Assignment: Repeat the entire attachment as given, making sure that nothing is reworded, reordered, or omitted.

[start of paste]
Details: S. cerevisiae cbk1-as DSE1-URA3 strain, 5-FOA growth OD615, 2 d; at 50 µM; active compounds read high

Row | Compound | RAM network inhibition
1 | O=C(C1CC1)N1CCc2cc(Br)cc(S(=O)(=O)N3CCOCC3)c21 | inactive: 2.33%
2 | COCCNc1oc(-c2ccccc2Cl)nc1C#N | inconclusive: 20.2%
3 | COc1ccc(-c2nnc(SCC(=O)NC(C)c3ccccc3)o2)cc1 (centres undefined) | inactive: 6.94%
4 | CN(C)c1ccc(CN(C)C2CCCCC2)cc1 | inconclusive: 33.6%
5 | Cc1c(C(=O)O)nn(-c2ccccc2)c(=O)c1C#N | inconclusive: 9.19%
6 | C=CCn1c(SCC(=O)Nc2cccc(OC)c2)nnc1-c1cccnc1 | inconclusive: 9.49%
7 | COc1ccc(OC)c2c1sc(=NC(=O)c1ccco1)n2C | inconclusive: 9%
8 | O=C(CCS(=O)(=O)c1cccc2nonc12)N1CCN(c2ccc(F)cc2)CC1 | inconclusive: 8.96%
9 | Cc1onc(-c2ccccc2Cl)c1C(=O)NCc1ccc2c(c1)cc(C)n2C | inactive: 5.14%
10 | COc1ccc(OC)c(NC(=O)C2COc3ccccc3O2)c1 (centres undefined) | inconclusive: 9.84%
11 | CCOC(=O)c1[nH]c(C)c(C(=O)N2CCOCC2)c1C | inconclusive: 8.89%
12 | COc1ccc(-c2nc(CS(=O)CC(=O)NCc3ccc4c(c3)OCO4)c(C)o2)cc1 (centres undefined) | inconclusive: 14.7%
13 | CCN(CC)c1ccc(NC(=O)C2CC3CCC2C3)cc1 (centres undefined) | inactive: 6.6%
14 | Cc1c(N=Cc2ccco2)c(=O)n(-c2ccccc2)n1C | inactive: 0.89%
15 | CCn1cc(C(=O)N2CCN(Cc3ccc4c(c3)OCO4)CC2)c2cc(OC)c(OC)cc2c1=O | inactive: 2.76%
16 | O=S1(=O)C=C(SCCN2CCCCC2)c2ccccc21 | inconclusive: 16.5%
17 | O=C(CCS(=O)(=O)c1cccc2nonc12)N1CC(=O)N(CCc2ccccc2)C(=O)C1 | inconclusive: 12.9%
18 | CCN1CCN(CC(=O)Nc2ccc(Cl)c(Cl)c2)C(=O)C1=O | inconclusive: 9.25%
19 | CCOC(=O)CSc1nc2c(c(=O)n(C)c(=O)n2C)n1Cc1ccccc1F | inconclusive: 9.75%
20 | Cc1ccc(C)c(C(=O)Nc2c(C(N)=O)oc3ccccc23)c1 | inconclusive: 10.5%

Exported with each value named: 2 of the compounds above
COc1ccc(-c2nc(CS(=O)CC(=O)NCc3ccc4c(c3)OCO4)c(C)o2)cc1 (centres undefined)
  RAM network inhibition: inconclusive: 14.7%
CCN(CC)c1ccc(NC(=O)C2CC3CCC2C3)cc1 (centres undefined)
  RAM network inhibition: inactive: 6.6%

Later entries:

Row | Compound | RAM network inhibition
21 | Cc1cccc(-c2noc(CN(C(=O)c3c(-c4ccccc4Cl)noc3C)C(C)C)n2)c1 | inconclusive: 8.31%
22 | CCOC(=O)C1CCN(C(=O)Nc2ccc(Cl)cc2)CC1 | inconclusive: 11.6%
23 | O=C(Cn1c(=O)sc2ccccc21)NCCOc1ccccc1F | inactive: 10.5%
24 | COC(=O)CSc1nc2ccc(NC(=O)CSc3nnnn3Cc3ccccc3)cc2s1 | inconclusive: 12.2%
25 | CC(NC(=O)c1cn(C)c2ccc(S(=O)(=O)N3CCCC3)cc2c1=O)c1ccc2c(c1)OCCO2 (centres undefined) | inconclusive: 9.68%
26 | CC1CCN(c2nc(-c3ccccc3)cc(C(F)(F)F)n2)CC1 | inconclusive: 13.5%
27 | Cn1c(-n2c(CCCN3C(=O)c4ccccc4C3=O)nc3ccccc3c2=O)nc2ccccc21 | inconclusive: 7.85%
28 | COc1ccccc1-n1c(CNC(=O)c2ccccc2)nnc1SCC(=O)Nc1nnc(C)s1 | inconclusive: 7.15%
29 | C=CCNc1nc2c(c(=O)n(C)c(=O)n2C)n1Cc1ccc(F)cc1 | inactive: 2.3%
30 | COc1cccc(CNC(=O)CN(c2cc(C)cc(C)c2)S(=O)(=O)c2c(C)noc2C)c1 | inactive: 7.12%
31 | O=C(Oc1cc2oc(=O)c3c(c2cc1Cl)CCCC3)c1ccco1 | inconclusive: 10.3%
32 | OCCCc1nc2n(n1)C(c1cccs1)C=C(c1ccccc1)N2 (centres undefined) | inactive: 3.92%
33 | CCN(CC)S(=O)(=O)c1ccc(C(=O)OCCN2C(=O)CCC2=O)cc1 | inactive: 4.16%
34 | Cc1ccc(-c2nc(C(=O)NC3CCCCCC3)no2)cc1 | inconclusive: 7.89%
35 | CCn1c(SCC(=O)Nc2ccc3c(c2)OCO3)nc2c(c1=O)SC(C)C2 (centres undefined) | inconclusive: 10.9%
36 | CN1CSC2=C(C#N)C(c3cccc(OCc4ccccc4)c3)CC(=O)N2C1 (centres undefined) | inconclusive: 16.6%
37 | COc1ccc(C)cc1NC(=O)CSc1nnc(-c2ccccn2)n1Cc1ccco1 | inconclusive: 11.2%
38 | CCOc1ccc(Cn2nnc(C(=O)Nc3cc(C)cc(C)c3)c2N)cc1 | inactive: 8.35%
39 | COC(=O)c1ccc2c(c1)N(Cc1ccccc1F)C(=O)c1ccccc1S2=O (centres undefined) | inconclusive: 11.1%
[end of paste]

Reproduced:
Details: S. cerevisiae cbk1-as DSE1-URA3 strain, 5-FOA growth OD615, 2 d; at 50 µM; active compounds read high

Row | Compound | RAM network inhibition
1 | O=C(C1CC1)N1CCc2cc(Br)cc(S(=O)(=O)N3CCOCC3)c21 | inactive: 2.33%
2 | COCCNc1oc(-c2ccccc2Cl)nc1C#N | inconclusive: 20.2%
3 | COc1ccc(-c2nnc(SCC(=O)NC(C)c3ccccc3)o2)cc1 (centres undefined) | inactive: 6.94%
4 | CN(C)c1ccc(CN(C)C2CCCCC2)cc1 | inconclusive: 33.6%
5 | Cc1c(C(=O)O)nn(-c2ccccc2)c(=O)c1C#N | inconclusive: 9.19%
6 | C=CCn1c(SCC(=O)Nc2cccc(OC)c2)nnc1-c1cccnc1 | inconclusive: 9.49%
7 | COc1ccc(OC)c2c1sc(=NC(=O)c1ccco1)n2C | inconclusive: 9%
8 | O=C(CCS(=O)(=O)c1cccc2nonc12)N1CCN(c2ccc(F)cc2)CC1 | inconclusive: 8.96%
9 | Cc1onc(-c2ccccc2Cl)c1C(=O)NCc1ccc2c(c1)cc(C)n2C | inactive: 5.14%
10 | COc1ccc(OC)c(NC(=O)C2COc3ccccc3O2)c1 (centres undefined) | inconclusive: 9.84%
11 | CCOC(=O)c1[nH]c(C)c(C(=O)N2CCOCC2)c1C | inconclusive: 8.89%
12 | COc1ccc(-c2nc(CS(=O)CC(=O)NCc3ccc4c(c3)OCO4)c(C)o2)cc1 (centres undefined) | inconclusive: 14.7%
13 | CCN(CC)c1ccc(NC(=O)C2CC3CCC2C3)cc1 (centres undefined) | inactive: 6.6%
14 | Cc1c(N=Cc2ccco2)c(=O)n(-c2ccccc2)n1C | inactive: 0.89%
15 | CCn1cc(C(=O)N2CCN(Cc3ccc4c(c3)OCO4)CC2)c2cc(OC)c(OC)cc2c1=O | inactive: 2.76%
16 | O=S1(=O)C=C(SCCN2CCCCC2)c2ccccc21 | inconclusive: 16.5%
17 | O=C(CCS(=O)(=O)c1cccc2nonc12)N1CC(=O)N(CCc2ccccc2)C(=O)C1 | inconclusive: 12.9%
18 | CCN1CCN(CC(=O)Nc2ccc(Cl)c(Cl)c2)C(=O)C1=O | inconclusive: 9.25%
19 | CCOC(=O)CSc1nc2c(c(=O)n(C)c(=O)n2C)n1Cc1ccccc1F | inconclusive: 9.75%
20 | Cc1ccc(C)c(C(=O)Nc2c(C(N)=O)oc3ccccc23)c1 | inconclusive: 10.5%

Exported with each value named: 2 of the compounds above
COc1ccc(-c2nc(CS(=O)CC(=O)NCc3ccc4c(c3)OCO4)c(C)o2)cc1 (centres undefined)
  RAM network inhibition: inconclusive: 14.7%
CCN(CC)c1ccc(NC(=O)C2CC3CCC2C3)cc1 (centres undefined)
  RAM network inhibition: inactive: 6.6%

Later entries:

Row | Compound | RAM network inhibition
21 | Cc1cccc(-c2noc(CN(C(=O)c3c(-c4ccccc4Cl)noc3C)C(C)C)n2)c1 | inconclusive: 8.31%
22 | CCOC(=O)C1CCN(C(=O)Nc2ccc(Cl)cc2)CC1 | inconclusive: 11.6%
23 | O=C(Cn1c(=O)sc2ccccc21)NCCOc1ccccc1F | inactive: 10.5%
24 | COC(=O)CSc1nc2ccc(NC(=O)CSc3nnnn3Cc3ccccc3)cc2s1 | inconclusive: 12.2%
25 | CC(NC(=O)c1cn(C)c2ccc(S(=O)(=O)N3CCCC3)cc2c1=O)c1ccc2c(c1)OCCO2 (centres undefined) | inconclusive: 9.68%
26 | CC1CCN(c2nc(-c3ccccc3)cc(C(F)(F)F)n2)CC1 | inconclusive: 13.5%
27 | Cn1c(-n2c(CCCN3C(=O)c4ccccc4C3=O)nc3ccccc3c2=O)nc2ccccc21 | inconclusive: 7.85%
28 | COc1ccccc1-n1c(CNC(=O)c2ccccc2)nnc1SCC(=O)Nc1nnc(C)s1 | inconclusive: 7.15%
29 | C=CCNc1nc2c(c(=O)n(C)c(=O)n2C)n1Cc1ccc(F)cc1 | inactive: 2.3%
30 | COc1cccc(CNC(=O)CN(c2cc(C)cc(C)c2)S(=O)(=O)c2c(C)noc2C)c1 | inactive: 7.12%
31 | O=C(Oc1cc2oc(=O)c3c(c2cc1Cl)CCCC3)c1ccco1 | inconclusive: 10.3%
32 | OCCCc1nc2n(n1)C(c1cccs1)C=C(c1ccccc1)N2 (centres undefined) | inactive: 3.92%
33 | CCN(CC)S(=O)(=O)c1ccc(C(=O)OCCN2C(=O)CCC2=O)cc1 | inactive: 4.16%
34 | Cc1ccc(-c2nc(C(=O)NC3CCCCCC3)no2)cc1 | inconclusive: 7.89%
35 | CCn1c(SCC(=O)Nc2ccc3c(c2)OCO3)nc2c(c1=O)SC(C)C2 (centres undefined) | inconclusive: 10.9%
36 | CN1CSC2=C(C#N)C(c3cccc(OCc4ccccc4)c3)CC(=O)N2C1 (centres undefined) | inconclusive: 16.6%
37 | COc1ccc(C)cc1NC(=O)CSc1nnc(-c2ccccn2)n1Cc1ccco1 | inconclusive: 11.2%
38 | CCOc1ccc(Cn2nnc(C(=O)Nc3cc(C)cc(C)c3)c2N)cc1 | inactive: 8.35%
39 | COC(=O)c1ccc2c(c1)N(Cc1ccccc1F)C(=O)c1ccccc1S2=O (centres undefined) | inconclusive: 11.1%